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Paradigm Shifts in Service Quality of Retail Stores

Authors: 1. R. Vijaya Lakshmi, Lecturer, MBA Program, PES Institute of Technology, 100 Feet Ring Road, BSK 3rd Stage, Bangalore - 560085, Mobile: 09880188943 E-mail id: 2. Dr. Hanuman Kennedy Professor, MBA Program, PES Institute of Technology, 100 feet Ring Road, BSK III State, Bangalore - 560 085 Mobile: 09900261065 E-mail id:


Paradigm Shifts in Service Quality of Retail Stores

ABSTRACT The performance of the retailing sector for the past few years has been outstanding and witnessing a huge revamping exercise, significantly contributed by the growth of the organized retailing. Rapid urbanization, exposure to large number of foreign brands and changing lifestyle and preferences has contributed to the growth of retailing in India. The quality of service that has been perceived by the customers irrespective of the brand or make is what ultimately results in a customer walking back to the store once again. The paper provides insights into the service quality prevalent in the retail stores as perceived by the customers and how some of the factors are related with that of the socio economic status. The sample was taken from the visitors of TOTAL mall, a Hyper market from Jubilant group at Airport Road in Bangalore. A structured questionnaire was administered to collect primary data. Statistical tools such as Factor analysis, ANOVA, and Chi- Square Test were used. The factors namely, Reliability, matching Customer needs and products, Customer handling, Customer convenience, Store layout, Merchandise availability, Parking space and Quality of staff were identified through Factor Analysis. Depending on the sex, customer handling and the corresponding quality of service varies. It has been found that if the customers perception on service quality is high at retail stores, it results in higher customer loyalty. This is a case discussion on a hypermarket which deals with the perceptions of customers on both tangible and intangible factors affecting the service quality. Keywords: Service quality, Customer expectations, Customer convenience, Hypermarkets

INTRODUCTION Hypermarket - Definition A hypermarket is a superstore which combines a supermarket and a department store. The result is a very large retail facility which carries an enormous range of products under one roof, including full lines of groceries and general merchandise. In theory, hypermarkets allow customers to satisfy all their routine weekly shopping needs in one trip. 2|Page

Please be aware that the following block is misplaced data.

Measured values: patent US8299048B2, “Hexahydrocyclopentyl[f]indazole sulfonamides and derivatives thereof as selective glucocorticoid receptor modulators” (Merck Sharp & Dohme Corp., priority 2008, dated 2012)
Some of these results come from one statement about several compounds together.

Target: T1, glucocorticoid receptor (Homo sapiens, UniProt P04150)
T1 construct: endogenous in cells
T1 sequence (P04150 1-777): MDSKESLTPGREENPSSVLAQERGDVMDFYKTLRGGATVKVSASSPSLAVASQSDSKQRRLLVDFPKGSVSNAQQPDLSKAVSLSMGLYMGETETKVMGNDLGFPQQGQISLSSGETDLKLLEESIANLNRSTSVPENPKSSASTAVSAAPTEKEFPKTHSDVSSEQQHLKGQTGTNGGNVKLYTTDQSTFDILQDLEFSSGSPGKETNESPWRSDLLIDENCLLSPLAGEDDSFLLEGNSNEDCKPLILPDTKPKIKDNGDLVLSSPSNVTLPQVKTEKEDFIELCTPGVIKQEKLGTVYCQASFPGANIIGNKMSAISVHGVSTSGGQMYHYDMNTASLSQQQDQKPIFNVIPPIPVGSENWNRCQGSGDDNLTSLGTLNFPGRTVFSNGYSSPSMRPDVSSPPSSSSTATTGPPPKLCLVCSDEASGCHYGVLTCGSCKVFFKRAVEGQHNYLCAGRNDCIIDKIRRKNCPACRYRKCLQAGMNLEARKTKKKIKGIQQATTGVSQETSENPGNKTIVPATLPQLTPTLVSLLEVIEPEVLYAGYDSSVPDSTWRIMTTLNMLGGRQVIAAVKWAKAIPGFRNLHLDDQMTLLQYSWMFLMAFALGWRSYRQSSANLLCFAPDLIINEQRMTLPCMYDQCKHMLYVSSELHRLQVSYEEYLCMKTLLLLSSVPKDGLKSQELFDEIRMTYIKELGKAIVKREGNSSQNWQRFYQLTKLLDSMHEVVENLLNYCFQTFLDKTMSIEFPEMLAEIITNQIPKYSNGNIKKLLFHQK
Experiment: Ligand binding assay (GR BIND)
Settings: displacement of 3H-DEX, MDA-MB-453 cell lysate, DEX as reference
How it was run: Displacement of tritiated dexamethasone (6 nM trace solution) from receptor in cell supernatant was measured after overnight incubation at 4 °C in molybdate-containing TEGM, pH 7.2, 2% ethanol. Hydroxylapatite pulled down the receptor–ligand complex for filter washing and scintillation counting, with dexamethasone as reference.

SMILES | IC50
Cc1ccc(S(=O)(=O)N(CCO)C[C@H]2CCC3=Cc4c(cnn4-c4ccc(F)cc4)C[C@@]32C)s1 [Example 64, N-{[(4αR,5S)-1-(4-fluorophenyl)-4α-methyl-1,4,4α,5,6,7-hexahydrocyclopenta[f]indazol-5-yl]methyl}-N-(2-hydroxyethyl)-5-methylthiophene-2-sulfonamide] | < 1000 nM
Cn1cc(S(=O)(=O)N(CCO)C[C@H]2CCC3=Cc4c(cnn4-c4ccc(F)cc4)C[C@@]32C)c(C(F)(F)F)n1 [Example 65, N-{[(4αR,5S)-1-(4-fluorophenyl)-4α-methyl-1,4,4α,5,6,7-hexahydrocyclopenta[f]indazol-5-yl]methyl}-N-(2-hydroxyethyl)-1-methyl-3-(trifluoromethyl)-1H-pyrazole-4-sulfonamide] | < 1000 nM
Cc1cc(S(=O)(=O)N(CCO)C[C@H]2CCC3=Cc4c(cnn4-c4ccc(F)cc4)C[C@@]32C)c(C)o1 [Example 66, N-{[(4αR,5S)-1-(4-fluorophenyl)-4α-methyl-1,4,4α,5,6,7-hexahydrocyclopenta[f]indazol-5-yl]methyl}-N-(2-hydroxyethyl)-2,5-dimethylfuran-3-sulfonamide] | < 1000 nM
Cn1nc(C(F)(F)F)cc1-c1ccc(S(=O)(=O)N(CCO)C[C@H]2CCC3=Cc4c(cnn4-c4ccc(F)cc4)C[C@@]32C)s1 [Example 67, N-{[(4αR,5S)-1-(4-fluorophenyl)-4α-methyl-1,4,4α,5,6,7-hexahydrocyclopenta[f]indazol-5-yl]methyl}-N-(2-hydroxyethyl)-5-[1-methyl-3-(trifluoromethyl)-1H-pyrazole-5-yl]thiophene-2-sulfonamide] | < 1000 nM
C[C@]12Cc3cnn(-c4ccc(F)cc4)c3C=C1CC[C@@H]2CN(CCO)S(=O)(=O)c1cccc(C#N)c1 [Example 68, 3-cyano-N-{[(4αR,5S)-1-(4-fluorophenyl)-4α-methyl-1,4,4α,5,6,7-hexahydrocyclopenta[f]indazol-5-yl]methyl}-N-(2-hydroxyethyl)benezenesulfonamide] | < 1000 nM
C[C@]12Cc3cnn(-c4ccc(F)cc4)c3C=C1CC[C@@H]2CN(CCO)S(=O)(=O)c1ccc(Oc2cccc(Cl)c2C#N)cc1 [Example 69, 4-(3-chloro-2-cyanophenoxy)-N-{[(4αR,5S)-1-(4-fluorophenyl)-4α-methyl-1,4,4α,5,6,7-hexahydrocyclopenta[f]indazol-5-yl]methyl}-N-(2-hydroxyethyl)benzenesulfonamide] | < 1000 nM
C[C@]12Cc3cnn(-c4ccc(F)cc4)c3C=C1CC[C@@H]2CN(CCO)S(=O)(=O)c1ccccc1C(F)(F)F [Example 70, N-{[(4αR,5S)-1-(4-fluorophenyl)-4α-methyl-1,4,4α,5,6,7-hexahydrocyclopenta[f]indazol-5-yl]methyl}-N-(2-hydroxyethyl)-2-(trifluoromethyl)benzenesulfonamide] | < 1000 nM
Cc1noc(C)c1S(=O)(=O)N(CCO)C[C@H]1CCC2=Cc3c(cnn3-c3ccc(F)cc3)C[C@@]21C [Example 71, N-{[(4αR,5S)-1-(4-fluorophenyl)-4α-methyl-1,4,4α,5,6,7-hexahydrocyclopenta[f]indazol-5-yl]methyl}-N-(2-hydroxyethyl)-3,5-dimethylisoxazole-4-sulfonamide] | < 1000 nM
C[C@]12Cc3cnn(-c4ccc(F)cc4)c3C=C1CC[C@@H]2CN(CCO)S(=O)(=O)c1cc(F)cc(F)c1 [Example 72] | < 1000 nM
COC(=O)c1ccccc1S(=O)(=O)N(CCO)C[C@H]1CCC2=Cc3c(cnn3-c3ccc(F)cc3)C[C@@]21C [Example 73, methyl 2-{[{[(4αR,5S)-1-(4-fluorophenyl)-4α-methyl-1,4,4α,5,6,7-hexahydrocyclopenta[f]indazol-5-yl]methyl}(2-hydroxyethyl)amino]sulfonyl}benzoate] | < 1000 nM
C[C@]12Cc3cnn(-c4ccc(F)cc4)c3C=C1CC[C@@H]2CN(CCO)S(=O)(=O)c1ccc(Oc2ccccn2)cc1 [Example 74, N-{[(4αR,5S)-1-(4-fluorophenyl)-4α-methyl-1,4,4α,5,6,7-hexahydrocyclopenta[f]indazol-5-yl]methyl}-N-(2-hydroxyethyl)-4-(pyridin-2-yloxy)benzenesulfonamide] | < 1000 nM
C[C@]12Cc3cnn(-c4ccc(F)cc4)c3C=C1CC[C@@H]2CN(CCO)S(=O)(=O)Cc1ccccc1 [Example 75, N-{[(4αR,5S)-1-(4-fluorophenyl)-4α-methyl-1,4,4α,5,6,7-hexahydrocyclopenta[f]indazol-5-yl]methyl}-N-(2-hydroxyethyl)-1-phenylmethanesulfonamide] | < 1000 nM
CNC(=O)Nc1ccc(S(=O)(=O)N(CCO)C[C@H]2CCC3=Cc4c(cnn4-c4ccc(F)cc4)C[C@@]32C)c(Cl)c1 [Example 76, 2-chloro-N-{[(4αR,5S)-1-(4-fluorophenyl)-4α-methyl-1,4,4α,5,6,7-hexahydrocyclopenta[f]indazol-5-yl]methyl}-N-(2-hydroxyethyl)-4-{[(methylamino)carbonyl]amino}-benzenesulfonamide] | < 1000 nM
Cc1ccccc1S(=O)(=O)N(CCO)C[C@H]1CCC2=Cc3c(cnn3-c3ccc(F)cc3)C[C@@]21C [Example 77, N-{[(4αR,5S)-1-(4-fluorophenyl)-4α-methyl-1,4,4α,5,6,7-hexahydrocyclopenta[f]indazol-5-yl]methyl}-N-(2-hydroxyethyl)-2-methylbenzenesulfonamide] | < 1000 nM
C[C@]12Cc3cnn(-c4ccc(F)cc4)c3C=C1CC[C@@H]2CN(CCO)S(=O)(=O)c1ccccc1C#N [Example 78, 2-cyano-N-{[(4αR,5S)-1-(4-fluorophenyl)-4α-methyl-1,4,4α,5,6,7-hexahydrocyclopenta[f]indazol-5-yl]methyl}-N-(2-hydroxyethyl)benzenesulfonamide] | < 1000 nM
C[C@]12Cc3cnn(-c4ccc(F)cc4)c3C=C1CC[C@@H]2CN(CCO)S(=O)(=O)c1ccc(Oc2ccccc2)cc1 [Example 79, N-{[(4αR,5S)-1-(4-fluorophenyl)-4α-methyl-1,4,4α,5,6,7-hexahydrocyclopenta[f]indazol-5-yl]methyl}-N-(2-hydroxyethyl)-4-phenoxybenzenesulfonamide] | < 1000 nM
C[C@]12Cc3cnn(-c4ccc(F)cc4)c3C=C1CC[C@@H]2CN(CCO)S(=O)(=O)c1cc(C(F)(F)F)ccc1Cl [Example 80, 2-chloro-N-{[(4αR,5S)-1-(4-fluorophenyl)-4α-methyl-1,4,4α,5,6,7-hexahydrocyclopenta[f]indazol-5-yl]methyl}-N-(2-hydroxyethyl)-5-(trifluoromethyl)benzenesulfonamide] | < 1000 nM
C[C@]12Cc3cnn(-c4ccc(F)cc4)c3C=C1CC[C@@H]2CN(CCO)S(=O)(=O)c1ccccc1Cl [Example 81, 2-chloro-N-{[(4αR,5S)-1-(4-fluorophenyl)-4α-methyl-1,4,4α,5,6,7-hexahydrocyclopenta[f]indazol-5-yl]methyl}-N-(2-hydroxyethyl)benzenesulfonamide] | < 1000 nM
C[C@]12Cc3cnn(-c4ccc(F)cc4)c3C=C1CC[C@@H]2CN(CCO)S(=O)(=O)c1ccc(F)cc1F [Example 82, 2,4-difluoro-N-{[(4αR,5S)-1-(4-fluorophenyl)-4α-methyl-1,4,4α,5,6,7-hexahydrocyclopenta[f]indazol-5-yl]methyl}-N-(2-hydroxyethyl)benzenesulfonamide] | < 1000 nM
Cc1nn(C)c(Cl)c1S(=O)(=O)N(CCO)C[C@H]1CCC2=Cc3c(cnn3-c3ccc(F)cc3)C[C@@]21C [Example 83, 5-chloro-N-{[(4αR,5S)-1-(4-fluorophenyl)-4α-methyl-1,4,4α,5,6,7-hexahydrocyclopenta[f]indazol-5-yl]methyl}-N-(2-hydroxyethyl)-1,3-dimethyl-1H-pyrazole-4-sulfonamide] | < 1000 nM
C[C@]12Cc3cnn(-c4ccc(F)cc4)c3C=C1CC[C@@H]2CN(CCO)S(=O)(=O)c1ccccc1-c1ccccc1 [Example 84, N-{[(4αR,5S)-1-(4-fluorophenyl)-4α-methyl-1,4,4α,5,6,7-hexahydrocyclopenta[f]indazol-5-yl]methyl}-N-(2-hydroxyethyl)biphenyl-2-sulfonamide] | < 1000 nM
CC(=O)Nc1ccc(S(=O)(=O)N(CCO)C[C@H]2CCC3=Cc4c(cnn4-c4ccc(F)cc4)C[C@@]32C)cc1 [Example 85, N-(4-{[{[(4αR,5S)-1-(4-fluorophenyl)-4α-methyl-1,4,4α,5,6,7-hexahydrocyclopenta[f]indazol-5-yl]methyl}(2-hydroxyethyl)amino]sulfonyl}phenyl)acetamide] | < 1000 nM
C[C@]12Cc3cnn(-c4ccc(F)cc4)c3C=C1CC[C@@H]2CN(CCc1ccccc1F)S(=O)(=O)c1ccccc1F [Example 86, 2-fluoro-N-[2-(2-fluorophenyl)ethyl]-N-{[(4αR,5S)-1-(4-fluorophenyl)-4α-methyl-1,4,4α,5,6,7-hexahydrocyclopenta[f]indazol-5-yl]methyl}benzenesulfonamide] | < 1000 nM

About Total Mall TOTAL hypermarket & mall is the retail venture of the Jubilant Group. Launched in November 2006, TOTAL has three stores in Bangalore, at Madiwala, Mysore Road and now at Sarjapur Road. The hypermarket offers the best variety and value on products such as Apparel & footwear, Consumer electronics & IT products, Fresh Fruits & Vegetables, Fresh Fish, Meat & Poultry, Staples & Groceries, Bakers Factory - Fresh Bakery, Garma Garam - Fresh Home Made Food , FMCG - Processed Foods & Non Foods, Furniture, Home furnishings etc. Each TOTAL store has a brand mall which offers shoppers a wide variety of brands to choose from. In order to attract their huge women customer base, total mall has introduced its unique initiative called Ladies Day Out. Every Tuesday and Thursday of the week, women will be ferried to & from TOTAL - Madiwala & Mysore Road for free. The same is said to be emulated in the airport road Total mall as well. Need for the Study Despite providing all the options for shopping, Total mall has not been bereft with complaints and customer dissatisfaction regarding parking facilities, grievance handling etc. In the current marketing scenario, where customer delight is the only way to attract repeat customers, a need to identify the shortcomings and focus on the possible options to overcome these was very necessary; a reason which prompted me to take up the study. Before we actually proceed to the study, let us take a look at the statistics of the Indian retail scenario and its growth and various ways of sustaining competition in the global market. The Indian retail market, which is the fifth largest retail destination globally, has been ranked as the most attractive emerging market for investment in the retail sector by AT Kearney's eighth annual Global Retail Development Index (GRDI), in 2009. The share of retail trade in the country's gross domestic product (GDP) was between 810 per cent in 2007. It is currently around 12 per cent, and is likely to reach 22 per cent by 2010. India's overall retail sector is expected to rise to US$ 833 billion by 2013 and to US$ 1.3 trillion by 2018, at a compound 3|Page